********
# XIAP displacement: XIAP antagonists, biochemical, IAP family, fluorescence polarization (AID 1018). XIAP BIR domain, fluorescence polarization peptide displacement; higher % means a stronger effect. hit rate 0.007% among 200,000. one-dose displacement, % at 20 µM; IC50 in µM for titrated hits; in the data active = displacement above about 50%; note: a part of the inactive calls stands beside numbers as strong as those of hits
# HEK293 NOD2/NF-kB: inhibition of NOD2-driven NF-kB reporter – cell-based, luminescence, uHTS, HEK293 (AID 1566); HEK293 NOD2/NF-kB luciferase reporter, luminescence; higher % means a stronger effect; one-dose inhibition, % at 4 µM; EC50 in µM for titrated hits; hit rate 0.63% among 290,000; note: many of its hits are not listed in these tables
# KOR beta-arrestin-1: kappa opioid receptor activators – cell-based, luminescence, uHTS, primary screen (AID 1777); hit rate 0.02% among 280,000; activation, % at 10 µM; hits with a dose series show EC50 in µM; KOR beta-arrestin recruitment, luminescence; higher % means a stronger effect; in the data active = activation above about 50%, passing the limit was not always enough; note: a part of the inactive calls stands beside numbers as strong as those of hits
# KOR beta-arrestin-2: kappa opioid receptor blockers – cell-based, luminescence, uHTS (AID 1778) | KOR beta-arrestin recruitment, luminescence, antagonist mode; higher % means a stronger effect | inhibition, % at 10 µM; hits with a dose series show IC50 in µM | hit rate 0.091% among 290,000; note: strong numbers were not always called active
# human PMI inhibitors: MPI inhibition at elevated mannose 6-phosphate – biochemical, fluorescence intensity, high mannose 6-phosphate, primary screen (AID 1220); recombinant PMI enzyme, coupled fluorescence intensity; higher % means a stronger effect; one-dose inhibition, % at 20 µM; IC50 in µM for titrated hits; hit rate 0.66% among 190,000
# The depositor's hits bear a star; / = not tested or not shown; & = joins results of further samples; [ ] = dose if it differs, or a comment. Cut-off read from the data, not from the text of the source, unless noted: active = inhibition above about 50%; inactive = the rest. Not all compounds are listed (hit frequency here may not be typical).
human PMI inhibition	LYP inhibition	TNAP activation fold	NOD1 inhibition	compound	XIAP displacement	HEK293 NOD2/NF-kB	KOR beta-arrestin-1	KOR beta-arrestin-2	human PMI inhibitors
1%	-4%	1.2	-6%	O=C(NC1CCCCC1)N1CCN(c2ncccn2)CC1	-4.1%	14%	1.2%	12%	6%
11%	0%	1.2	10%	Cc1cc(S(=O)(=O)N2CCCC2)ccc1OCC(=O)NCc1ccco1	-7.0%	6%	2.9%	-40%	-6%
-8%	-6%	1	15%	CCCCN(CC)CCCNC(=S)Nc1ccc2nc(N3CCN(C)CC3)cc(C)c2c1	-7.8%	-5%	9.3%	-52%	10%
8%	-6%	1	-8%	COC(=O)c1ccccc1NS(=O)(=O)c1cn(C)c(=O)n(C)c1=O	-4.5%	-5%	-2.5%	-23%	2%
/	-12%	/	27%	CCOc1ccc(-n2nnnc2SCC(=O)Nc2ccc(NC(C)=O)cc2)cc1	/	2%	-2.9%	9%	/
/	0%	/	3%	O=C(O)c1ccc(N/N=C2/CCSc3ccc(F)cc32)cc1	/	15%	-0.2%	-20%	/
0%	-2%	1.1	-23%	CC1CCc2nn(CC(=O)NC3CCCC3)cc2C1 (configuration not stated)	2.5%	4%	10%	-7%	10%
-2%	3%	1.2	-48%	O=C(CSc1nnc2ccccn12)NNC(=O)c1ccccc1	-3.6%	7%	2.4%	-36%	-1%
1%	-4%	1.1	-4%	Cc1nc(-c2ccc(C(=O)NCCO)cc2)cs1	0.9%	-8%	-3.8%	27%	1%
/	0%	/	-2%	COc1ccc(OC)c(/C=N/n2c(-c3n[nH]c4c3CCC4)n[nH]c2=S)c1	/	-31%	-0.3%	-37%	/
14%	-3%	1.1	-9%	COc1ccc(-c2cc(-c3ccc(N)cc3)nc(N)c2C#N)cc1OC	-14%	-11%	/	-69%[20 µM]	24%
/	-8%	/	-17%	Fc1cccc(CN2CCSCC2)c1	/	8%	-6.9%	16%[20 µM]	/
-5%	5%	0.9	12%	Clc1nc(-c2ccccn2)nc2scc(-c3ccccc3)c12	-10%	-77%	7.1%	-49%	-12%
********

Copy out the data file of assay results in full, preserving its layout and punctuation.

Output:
# XIAP displacement: XIAP antagonists, biochemical, IAP family, fluorescence polarization (AID 1018). XIAP BIR domain, fluorescence polarization peptide displacement; higher % means a stronger effect. hit rate 0.007% among 200,000. one-dose displacement, % at 20 µM; IC50 in µM for titrated hits; in the data active = displacement above about 50%; note: a part of the inactive calls stands beside numbers as strong as those of hits
# HEK293 NOD2/NF-kB: inhibition of NOD2-driven NF-kB reporter – cell-based, luminescence, uHTS, HEK293 (AID 1566); HEK293 NOD2/NF-kB luciferase reporter, luminescence; higher % means a stronger effect; one-dose inhibition, % at 4 µM; EC50 in µM for titrated hits; hit rate 0.63% among 290,000; note: many of its hits are not listed in these tables
# KOR beta-arrestin-1: kappa opioid receptor activators – cell-based, luminescence, uHTS, primary screen (AID 1777); hit rate 0.02% among 280,000; activation, % at 10 µM; hits with a dose series show EC50 in µM; KOR beta-arrestin recruitment, luminescence; higher % means a stronger effect; in the data active = activation above about 50%, passing the limit was not always enough; note: a part of the inactive calls stands beside numbers as strong as those of hits
# KOR beta-arrestin-2: kappa opioid receptor blockers – cell-based, luminescence, uHTS (AID 1778) | KOR beta-arrestin recruitment, luminescence, antagonist mode; higher % means a stronger effect | inhibition, % at 10 µM; hits with a dose series show IC50 in µM | hit rate 0.091% among 290,000; note: strong numbers were not always called active
# human PMI inhibitors: MPI inhibition at elevated mannose 6-phosphate – biochemical, fluorescence intensity, high mannose 6-phosphate, primary screen (AID 1220); recombinant PMI enzyme, coupled fluorescence intensity; higher % means a stronger effect; one-dose inhibition, % at 20 µM; IC50 in µM for titrated hits; hit rate 0.66% among 190,000
# The depositor's hits bear a star; / = not tested or not shown; & = joins results of further samples; [ ] = dose if it differs, or a comment. Cut-off read from the data, not from the text of the source, unless noted: active = inhibition above about 50%; inactive = the rest. Not all compounds are listed (hit frequency here may not be typical).
human PMI inhibition	LYP inhibition	TNAP activation fold	NOD1 inhibition	compound	XIAP displacement	HEK293 NOD2/NF-kB	KOR beta-arrestin-1	KOR beta-arrestin-2	human PMI inhibitors
1%	-4%	1.2	-6%	O=C(NC1CCCCC1)N1CCN(c2ncccn2)CC1	-4.1%	14%	1.2%	12%	6%
11%	0%	1.2	10%	Cc1cc(S(=O)(=O)N2CCCC2)ccc1OCC(=O)NCc1ccco1	-7.0%	6%	2.9%	-40%	-6%
-8%	-6%	1	15%	CCCCN(CC)CCCNC(=S)Nc1ccc2nc(N3CCN(C)CC3)cc(C)c2c1	-7.8%	-5%	9.3%	-52%	10%
8%	-6%	1	-8%	COC(=O)c1ccccc1NS(=O)(=O)c1cn(C)c(=O)n(C)c1=O	-4.5%	-5%	-2.5%	-23%	2%
/	-12%	/	27%	CCOc1ccc(-n2nnnc2SCC(=O)Nc2ccc(NC(C)=O)cc2)cc1	/	2%	-2.9%	9%	/
/	0%	/	3%	O=C(O)c1ccc(N/N=C2/CCSc3ccc(F)cc32)cc1	/	15%	-0.2%	-20%	/
0%	-2%	1.1	-23%	CC1CCc2nn(CC(=O)NC3CCCC3)cc2C1 (configuration not stated)	2.5%	4%	10%	-7%	10%
-2%	3%	1.2	-48%	O=C(CSc1nnc2ccccn12)NNC(=O)c1ccccc1	-3.6%	7%	2.4%	-36%	-1%
1%	-4%	1.1	-4%	Cc1nc(-c2ccc(C(=O)NCCO)cc2)cs1	0.9%	-8%	-3.8%	27%	1%
/	0%	/	-2%	COc1ccc(OC)c(/C=N/n2c(-c3n[nH]c4c3CCC4)n[nH]c2=S)c1	/	-31%	-0.3%	-37%	/
14%	-3%	1.1	-9%	COc1ccc(-c2cc(-c3ccc(N)cc3)nc(N)c2C#N)cc1OC	-14%	-11%	/	-69%[20 µM]	24%
/	-8%	/	-17%	Fc1cccc(CN2CCSCC2)c1	/	8%	-6.9%	16%[20 µM]	/
-5%	5%	0.9	12%	Clc1nc(-c2ccccn2)nc2scc(-c3ccccc3)c12	-10%	-77%	7.1%	-49%	-12%